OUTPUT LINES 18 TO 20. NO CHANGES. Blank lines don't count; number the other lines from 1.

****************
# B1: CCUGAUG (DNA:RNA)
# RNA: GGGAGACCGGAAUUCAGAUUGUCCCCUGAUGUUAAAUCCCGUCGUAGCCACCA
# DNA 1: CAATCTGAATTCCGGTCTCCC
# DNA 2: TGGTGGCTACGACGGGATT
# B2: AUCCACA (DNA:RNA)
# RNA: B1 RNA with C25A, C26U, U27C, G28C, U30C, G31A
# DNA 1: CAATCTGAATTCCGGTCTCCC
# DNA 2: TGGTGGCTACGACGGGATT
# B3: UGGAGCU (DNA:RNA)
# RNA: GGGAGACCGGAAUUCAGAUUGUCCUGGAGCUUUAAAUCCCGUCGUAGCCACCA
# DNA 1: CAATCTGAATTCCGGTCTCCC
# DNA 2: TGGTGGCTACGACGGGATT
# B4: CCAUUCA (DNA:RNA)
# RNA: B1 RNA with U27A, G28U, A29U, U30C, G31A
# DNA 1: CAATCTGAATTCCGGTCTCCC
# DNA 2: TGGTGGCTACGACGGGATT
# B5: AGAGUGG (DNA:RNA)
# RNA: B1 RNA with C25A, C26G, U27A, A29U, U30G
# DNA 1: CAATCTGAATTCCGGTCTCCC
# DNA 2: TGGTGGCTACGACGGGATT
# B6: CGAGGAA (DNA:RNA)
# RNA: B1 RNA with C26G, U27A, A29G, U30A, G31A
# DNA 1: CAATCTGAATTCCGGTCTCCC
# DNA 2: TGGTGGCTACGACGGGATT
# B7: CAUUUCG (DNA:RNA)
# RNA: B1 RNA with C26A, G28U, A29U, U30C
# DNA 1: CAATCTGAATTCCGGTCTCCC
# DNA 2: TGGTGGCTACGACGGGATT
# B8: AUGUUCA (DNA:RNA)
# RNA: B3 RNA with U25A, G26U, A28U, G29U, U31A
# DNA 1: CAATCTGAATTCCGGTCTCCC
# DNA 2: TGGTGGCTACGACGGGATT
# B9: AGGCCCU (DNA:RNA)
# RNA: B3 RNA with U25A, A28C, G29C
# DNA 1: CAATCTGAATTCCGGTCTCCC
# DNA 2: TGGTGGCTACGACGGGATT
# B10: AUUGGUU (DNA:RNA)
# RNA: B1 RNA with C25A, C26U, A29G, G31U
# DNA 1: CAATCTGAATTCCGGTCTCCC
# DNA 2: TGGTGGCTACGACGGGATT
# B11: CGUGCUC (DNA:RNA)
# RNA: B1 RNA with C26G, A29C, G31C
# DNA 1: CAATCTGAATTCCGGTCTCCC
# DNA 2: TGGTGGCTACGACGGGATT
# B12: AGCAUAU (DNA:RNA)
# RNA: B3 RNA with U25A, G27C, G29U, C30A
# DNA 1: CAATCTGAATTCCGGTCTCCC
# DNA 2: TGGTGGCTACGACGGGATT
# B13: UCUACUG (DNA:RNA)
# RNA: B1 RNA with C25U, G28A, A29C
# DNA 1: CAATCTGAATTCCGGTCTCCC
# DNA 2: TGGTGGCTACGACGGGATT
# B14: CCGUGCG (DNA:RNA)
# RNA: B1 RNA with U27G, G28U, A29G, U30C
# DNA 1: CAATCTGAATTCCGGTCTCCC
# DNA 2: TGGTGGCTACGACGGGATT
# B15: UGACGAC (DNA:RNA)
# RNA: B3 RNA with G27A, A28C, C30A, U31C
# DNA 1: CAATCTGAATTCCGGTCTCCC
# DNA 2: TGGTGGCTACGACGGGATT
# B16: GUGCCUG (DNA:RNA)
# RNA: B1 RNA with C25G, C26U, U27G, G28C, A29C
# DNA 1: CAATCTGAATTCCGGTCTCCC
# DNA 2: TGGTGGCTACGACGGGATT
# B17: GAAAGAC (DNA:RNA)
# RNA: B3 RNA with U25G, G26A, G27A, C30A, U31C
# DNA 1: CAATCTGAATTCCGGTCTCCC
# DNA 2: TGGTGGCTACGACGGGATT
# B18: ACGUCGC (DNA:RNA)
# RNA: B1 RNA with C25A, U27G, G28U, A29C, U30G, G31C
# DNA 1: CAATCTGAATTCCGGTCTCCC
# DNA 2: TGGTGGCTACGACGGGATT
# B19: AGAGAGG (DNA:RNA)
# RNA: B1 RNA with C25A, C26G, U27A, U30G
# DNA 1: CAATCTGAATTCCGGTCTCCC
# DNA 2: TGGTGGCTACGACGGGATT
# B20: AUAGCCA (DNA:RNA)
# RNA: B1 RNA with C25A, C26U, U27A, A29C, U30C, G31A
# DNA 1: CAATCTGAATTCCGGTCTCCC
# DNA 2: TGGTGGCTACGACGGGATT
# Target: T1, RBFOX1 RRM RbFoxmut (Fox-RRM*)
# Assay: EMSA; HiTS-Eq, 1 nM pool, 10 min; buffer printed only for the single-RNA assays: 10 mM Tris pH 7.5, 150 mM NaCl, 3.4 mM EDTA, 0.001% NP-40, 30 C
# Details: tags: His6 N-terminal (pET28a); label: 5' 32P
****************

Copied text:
# RNA: B1 RNA with C25A, C26G, U27A, A29U, U30G
# DNA 1: CAATCTGAATTCCGGTCTCCC
# DNA 2: TGGTGGCTACGACGGGATT